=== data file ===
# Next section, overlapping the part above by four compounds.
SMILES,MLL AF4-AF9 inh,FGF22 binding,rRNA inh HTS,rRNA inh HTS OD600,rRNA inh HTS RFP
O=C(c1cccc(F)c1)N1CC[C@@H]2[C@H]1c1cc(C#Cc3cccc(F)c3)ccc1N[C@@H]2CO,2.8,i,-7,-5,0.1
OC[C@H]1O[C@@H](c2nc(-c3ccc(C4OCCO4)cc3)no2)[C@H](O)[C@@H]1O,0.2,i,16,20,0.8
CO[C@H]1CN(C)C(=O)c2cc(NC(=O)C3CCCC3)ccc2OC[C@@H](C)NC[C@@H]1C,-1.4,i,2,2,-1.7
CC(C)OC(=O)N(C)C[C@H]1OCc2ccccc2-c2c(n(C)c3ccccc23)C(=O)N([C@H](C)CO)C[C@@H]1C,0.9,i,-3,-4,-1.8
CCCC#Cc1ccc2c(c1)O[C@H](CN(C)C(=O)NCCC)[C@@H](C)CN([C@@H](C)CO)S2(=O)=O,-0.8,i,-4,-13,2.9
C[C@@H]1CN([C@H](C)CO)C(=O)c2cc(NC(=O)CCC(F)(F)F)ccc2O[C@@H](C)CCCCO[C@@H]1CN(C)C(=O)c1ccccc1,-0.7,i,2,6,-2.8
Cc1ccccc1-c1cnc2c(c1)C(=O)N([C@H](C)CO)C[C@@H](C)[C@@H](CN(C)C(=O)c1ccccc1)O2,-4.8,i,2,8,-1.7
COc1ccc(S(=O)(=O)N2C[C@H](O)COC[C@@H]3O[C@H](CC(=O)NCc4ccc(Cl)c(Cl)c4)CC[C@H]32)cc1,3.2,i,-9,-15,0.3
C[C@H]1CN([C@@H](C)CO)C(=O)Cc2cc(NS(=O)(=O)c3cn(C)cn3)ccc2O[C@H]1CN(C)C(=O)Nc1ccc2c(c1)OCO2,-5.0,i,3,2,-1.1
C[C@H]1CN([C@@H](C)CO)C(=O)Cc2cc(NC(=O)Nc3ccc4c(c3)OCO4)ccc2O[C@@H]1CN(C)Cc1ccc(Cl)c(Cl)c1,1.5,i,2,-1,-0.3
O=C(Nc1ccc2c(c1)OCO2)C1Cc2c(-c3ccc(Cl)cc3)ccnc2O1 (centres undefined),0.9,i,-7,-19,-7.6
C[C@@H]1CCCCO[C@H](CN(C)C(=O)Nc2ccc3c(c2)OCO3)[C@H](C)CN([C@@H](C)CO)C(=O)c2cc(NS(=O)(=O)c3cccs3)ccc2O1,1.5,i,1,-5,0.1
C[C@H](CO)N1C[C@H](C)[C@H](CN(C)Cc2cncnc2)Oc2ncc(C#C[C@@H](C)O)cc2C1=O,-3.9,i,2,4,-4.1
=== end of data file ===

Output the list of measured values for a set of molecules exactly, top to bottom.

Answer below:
# Next section, overlapping the part above by four compounds.
SMILES,MLL AF4-AF9 inh,FGF22 binding,rRNA inh HTS,rRNA inh HTS OD600,rRNA inh HTS RFP
O=C(c1cccc(F)c1)N1CC[C@@H]2[C@H]1c1cc(C#Cc3cccc(F)c3)ccc1N[C@@H]2CO,2.8,i,-7,-5,0.1
OC[C@H]1O[C@@H](c2nc(-c3ccc(C4OCCO4)cc3)no2)[C@H](O)[C@@H]1O,0.2,i,16,20,0.8
CO[C@H]1CN(C)C(=O)c2cc(NC(=O)C3CCCC3)ccc2OC[C@@H](C)NC[C@@H]1C,-1.4,i,2,2,-1.7
CC(C)OC(=O)N(C)C[C@H]1OCc2ccccc2-c2c(n(C)c3ccccc23)C(=O)N([C@H](C)CO)C[C@@H]1C,0.9,i,-3,-4,-1.8
CCCC#Cc1ccc2c(c1)O[C@H](CN(C)C(=O)NCCC)[C@@H](C)CN([C@@H](C)CO)S2(=O)=O,-0.8,i,-4,-13,2.9
C[C@@H]1CN([C@H](C)CO)C(=O)c2cc(NC(=O)CCC(F)(F)F)ccc2O[C@@H](C)CCCCO[C@@H]1CN(C)C(=O)c1ccccc1,-0.7,i,2,6,-2.8
Cc1ccccc1-c1cnc2c(c1)C(=O)N([C@H](C)CO)C[C@@H](C)[C@@H](CN(C)C(=O)c1ccccc1)O2,-4.8,i,2,8,-1.7
COc1ccc(S(=O)(=O)N2C[C@H](O)COC[C@@H]3O[C@H](CC(=O)NCc4ccc(Cl)c(Cl)c4)CC[C@H]32)cc1,3.2,i,-9,-15,0.3
C[C@H]1CN([C@@H](C)CO)C(=O)Cc2cc(NS(=O)(=O)c3cn(C)cn3)ccc2O[C@H]1CN(C)C(=O)Nc1ccc2c(c1)OCO2,-5.0,i,3,2,-1.1
C[C@H]1CN([C@@H](C)CO)C(=O)Cc2cc(NC(=O)Nc3ccc4c(c3)OCO4)ccc2O[C@@H]1CN(C)Cc1ccc(Cl)c(Cl)c1,1.5,i,2,-1,-0.3
O=C(Nc1ccc2c(c1)OCO2)C1Cc2c(-c3ccc(Cl)cc3)ccnc2O1 (centres undefined),0.9,i,-7,-19,-7.6
C[C@@H]1CCCCO[C@H](CN(C)C(=O)Nc2ccc3c(c2)OCO3)[C@H](C)CN([C@@H](C)CO)C(=O)c2cc(NS(=O)(=O)c3cccs3)ccc2O1,1.5,i,1,-5,0.1
C[C@H](CO)N1C[C@H](C)[C@H](CN(C)Cc2cncnc2)Oc2ncc(C#C[C@@H](C)O)cc2C1=O,-3.9,i,2,4,-4.1